1. Explain what a virus is – Children have a harder time understanding abstract concepts compared to adults. Thus, the seriousness of the pandemic might escape them. Therefore, it’s important to explain what a virus is and do so in a way that they can understand. Look around for helpful, age appropriate videos (here is an example) and engage with kids as you watch together. Once kids have a better understanding of how a virus works, they will be more willing to adopt safety behaviors and abide in school protocols. 

You can reduce the spread of the novel coronavirus by teaching kids the proper safety protocols. Start by following the first of 3 crucial practices to optimize school safety during Covid-19. 

Now, let’s take a look at the second strategy. 

2. Monitor Student and Employee Health

As children return to school following winter break, be on the lookout for symptoms of Covid-19. With the increased chances of large gatherings taking place during the holidays, we will likely see an uptick in cases. 

Thus, remain vigilant and include safety measures to ensure that students and employees are virus-free as they make their way back into the building. 

Consider requiring a daily parental and employee survey. Include the following questions: “Have you attended large gatherings with 10 or more people?”, “Are you showing any of the following symptoms: [List most common symptoms]” and “Have you been in close contact with anyone confirmed to be infected with Covid-19?” 

Prohibit those who answer yes to any of the above questions from entering the school. 

Additionally, consider taking employee and student temperatures before they enter the building. Assign staff members to each entrance and utilize a touchless digital thermometer capable of displaying an accurate temperature reading in a few seconds.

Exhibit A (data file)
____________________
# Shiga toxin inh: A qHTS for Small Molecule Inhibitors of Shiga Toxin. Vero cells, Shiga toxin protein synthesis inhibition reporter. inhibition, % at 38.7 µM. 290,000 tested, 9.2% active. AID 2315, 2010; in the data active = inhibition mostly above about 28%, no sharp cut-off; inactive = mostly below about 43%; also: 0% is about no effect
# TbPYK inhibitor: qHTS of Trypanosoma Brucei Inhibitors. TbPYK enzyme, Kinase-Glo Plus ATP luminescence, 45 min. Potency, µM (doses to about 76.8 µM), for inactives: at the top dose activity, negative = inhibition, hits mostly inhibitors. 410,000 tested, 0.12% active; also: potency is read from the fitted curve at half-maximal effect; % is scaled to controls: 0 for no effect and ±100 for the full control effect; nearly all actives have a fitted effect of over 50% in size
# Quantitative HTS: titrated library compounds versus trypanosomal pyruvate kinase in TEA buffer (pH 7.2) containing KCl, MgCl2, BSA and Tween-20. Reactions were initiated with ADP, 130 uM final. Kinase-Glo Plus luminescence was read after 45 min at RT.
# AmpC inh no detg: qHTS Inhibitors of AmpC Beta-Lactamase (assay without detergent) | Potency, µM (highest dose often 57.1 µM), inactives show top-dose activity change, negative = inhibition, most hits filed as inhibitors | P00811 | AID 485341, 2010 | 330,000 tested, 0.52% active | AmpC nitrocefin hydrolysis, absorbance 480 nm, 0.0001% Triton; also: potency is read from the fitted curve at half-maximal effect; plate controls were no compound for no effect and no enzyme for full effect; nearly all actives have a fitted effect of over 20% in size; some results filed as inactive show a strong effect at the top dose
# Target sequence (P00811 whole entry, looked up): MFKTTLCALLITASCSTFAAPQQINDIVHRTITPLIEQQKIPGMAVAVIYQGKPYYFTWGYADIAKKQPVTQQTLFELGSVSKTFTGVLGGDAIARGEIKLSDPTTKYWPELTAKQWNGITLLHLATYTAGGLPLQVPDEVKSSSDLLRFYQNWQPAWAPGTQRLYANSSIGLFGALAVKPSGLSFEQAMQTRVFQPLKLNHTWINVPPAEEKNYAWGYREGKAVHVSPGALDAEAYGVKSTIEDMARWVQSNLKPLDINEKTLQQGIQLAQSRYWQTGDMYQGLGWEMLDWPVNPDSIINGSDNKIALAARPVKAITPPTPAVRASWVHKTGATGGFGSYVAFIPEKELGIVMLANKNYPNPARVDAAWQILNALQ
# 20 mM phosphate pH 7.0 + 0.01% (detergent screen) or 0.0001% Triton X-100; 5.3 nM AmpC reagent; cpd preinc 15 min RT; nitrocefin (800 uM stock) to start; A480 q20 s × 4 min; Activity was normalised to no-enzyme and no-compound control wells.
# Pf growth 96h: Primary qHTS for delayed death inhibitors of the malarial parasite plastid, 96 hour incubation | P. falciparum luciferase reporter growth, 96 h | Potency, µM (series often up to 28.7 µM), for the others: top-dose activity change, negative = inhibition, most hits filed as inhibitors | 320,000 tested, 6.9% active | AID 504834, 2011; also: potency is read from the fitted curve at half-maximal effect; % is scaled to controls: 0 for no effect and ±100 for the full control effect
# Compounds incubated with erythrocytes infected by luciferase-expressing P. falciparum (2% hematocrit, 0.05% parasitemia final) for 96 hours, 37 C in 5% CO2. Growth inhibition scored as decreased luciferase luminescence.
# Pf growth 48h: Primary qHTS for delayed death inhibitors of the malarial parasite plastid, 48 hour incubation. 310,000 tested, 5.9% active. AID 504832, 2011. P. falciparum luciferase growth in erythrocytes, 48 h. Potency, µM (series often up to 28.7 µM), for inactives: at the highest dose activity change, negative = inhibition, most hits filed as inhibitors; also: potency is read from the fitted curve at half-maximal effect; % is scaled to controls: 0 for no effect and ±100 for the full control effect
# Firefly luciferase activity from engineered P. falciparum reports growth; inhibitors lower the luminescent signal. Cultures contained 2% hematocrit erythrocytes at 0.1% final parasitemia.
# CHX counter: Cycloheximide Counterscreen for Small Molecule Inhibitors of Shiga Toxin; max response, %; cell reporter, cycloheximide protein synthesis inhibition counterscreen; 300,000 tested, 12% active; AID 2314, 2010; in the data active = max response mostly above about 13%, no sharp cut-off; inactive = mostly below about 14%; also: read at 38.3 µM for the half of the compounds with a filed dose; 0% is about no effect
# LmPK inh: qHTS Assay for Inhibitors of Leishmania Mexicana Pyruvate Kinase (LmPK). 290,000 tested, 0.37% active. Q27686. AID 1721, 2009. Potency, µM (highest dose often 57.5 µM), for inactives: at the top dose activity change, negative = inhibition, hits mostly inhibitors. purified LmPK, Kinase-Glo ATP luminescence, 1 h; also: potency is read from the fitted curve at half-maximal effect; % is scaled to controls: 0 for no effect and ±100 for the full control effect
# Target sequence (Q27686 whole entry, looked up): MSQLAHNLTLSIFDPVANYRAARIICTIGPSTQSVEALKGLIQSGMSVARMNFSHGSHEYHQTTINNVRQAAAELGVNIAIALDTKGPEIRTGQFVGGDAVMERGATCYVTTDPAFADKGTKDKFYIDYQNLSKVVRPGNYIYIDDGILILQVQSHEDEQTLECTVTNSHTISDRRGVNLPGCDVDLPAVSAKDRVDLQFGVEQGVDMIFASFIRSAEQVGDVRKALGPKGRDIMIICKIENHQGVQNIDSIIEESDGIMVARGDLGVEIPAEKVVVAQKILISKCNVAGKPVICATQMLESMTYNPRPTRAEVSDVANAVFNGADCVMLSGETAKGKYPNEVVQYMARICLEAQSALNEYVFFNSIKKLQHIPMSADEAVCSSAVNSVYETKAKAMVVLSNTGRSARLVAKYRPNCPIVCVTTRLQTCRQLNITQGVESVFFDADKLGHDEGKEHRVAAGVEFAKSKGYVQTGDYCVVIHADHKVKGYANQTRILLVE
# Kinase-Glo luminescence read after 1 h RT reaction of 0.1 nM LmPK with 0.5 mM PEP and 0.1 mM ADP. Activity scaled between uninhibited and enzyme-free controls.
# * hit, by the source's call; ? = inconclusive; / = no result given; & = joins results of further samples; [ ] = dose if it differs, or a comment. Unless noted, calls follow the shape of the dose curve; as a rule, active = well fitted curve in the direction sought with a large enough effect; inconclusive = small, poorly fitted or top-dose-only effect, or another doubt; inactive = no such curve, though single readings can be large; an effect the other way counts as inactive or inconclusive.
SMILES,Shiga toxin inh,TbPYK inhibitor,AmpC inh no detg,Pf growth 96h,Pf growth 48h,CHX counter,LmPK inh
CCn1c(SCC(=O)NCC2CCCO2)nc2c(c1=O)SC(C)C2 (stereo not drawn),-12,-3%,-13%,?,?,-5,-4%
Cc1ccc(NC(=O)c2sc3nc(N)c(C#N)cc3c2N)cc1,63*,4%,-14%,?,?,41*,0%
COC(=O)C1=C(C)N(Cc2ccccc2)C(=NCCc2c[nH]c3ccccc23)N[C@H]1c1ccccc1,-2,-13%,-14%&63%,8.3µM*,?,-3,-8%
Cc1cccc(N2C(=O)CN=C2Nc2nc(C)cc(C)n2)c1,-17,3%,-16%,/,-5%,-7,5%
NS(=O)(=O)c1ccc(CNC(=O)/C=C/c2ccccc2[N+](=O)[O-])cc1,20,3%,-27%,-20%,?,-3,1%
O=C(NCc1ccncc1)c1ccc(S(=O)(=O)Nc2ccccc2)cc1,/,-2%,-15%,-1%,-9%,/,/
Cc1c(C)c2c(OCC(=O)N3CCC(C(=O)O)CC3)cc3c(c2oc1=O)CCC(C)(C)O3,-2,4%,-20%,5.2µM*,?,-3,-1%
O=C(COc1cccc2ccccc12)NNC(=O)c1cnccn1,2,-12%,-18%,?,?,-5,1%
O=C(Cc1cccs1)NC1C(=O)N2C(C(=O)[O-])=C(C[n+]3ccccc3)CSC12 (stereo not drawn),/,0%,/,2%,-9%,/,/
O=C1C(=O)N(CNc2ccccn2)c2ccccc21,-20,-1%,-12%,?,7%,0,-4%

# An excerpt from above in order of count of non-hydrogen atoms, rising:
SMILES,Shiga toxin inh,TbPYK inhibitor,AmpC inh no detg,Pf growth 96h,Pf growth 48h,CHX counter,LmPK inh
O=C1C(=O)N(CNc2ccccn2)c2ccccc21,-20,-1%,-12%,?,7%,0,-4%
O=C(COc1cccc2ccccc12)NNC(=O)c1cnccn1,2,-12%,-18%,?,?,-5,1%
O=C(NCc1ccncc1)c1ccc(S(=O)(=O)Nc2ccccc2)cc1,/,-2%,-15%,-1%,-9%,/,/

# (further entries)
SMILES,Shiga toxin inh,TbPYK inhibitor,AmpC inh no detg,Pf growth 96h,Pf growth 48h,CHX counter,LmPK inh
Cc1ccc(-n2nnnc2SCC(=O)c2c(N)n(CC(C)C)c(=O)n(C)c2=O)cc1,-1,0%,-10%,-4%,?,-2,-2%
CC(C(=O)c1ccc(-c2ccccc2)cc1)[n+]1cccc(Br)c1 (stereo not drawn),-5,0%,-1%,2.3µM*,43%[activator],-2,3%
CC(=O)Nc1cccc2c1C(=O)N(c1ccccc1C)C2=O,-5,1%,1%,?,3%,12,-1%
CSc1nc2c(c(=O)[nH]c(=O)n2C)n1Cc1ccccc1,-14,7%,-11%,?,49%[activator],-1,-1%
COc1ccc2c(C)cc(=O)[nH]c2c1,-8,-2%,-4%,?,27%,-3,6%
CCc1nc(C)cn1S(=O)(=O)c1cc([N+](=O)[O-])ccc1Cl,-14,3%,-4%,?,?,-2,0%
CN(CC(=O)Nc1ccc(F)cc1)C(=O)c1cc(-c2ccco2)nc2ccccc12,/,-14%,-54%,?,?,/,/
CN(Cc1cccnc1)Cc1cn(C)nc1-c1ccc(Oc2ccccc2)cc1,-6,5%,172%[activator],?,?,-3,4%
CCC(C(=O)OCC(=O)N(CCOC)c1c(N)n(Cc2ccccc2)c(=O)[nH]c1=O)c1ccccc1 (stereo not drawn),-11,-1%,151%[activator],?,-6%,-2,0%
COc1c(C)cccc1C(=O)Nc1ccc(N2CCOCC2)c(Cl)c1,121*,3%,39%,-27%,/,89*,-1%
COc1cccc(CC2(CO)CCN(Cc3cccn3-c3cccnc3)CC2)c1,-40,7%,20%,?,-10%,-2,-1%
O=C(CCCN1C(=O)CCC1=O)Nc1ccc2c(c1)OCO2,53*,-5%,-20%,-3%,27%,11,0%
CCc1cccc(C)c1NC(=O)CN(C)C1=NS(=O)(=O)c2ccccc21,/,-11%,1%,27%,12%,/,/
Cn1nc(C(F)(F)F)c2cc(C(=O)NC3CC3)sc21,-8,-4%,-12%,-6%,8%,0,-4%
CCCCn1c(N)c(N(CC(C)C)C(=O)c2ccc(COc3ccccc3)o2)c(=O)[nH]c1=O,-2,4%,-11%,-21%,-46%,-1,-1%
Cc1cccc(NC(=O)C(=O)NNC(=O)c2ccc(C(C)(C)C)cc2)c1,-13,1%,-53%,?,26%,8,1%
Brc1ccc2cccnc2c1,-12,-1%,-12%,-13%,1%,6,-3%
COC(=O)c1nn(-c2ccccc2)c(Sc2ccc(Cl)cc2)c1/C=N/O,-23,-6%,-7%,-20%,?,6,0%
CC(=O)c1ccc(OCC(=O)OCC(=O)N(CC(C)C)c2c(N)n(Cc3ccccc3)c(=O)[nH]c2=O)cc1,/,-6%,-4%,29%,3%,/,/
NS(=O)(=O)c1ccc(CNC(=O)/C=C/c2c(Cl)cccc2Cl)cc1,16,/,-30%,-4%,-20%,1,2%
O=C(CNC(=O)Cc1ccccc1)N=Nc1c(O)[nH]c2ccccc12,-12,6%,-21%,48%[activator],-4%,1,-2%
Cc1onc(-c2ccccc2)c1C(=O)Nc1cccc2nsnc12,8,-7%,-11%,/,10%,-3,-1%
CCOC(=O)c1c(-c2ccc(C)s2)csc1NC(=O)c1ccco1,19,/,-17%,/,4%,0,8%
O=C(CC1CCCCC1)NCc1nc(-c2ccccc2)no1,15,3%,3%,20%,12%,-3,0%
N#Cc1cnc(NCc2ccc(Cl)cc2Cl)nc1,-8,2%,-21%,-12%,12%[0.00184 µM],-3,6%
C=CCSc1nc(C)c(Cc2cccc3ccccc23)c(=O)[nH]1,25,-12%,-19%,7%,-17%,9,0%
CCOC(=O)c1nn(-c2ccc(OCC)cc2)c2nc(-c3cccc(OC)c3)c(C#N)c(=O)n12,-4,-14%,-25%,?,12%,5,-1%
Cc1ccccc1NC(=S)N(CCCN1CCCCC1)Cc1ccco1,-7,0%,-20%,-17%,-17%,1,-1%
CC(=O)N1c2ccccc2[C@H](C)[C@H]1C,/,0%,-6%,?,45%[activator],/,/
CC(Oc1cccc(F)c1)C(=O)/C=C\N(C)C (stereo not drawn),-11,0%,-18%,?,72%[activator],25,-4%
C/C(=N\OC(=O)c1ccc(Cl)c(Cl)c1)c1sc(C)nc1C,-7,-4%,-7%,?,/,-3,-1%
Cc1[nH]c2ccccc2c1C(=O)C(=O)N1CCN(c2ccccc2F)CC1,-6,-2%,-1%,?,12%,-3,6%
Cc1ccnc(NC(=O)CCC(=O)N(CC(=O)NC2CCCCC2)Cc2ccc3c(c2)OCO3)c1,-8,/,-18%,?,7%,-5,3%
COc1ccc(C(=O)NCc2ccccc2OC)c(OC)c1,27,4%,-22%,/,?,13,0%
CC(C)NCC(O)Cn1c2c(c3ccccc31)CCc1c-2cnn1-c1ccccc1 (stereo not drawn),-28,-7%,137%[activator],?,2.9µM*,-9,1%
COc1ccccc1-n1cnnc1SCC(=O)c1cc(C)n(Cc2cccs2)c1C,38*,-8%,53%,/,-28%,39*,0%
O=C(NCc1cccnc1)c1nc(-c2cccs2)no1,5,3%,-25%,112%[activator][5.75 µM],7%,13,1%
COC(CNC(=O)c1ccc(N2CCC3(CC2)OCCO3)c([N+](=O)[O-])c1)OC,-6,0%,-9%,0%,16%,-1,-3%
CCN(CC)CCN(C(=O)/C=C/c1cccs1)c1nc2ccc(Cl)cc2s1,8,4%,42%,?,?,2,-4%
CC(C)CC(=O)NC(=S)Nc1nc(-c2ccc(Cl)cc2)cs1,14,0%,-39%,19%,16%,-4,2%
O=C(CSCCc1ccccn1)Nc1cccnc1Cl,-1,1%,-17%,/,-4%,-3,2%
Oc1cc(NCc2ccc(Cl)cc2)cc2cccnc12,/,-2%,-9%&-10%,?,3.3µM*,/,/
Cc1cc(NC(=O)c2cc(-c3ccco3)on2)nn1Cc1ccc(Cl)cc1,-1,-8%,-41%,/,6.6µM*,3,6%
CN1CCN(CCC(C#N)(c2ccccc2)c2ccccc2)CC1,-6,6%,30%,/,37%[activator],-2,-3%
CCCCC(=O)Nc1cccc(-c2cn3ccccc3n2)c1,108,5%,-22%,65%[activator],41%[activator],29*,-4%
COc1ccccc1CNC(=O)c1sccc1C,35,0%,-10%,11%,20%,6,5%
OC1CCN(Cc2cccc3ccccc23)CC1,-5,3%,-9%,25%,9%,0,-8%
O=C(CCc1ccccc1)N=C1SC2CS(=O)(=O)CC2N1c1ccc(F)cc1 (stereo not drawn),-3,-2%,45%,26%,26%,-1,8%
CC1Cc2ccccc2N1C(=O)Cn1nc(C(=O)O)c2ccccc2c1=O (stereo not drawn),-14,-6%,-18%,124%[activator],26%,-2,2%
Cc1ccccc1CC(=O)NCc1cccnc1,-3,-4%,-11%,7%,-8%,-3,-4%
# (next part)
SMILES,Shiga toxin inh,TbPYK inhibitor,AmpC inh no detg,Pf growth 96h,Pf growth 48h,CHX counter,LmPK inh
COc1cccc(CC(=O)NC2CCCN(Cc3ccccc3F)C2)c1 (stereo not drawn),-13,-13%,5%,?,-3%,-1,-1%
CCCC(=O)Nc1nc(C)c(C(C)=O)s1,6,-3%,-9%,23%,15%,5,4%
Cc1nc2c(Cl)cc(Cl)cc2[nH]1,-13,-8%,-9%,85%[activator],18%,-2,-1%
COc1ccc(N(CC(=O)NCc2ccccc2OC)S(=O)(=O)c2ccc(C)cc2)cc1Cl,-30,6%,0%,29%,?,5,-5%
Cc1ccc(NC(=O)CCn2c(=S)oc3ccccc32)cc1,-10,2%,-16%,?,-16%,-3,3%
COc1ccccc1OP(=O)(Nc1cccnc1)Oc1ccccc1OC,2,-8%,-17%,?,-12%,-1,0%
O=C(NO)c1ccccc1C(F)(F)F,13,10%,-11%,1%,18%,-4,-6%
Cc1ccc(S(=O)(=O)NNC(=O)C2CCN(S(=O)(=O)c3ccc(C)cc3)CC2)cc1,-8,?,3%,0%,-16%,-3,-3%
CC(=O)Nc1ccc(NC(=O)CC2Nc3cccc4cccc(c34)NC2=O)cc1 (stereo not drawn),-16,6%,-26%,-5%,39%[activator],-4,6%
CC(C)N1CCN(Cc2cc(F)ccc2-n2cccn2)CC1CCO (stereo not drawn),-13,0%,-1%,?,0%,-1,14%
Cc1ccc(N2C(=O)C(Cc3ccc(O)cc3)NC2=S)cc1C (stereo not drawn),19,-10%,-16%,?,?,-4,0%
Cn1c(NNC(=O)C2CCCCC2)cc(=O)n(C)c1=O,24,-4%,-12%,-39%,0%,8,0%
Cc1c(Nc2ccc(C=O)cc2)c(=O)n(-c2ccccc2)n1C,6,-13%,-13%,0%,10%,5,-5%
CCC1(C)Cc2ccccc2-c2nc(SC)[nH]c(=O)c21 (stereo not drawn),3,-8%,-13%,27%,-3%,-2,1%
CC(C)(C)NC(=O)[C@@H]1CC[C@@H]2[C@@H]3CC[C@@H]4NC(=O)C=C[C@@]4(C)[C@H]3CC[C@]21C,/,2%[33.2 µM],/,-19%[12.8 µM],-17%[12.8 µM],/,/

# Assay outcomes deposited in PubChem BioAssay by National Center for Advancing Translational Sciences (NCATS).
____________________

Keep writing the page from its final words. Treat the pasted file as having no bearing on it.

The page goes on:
By collecting and monitoring student and employee health data, you will help prevent a schoolwide outbreak and keep everyone safe. 

Next, we’ll consider the final of 3 crucial practices to optimize school safety during Covid-19. 

3. Implement Policies to Reinforce Staying Home When Sick

School employees have bills to pay. Thus, they are not incentivized to stay home when they are sick. As an administrator, you are in a position to change this. 

Seek emergency relief from the local, state, and federal government to cover sick leave for employees displaying symptoms of the coronavirus. For instance, the Families First Coronavirus Response Act (FFCRA) extends sick leave to employees who are sick with the virus. 

Ensure that your employees are aware of your district’s policies and procedures regarding sick leave. Regularly reiterate these policies and emphasize the importance of staying home when sick. Remind employees that it’s their job to keep the children and adults they interact with safe. 

Parents may also be reluctant to keep their kids home, facing workplace pressure to show up and work through illness. Regularly remind them of their role in keeping your community healthy by sending out informational emails.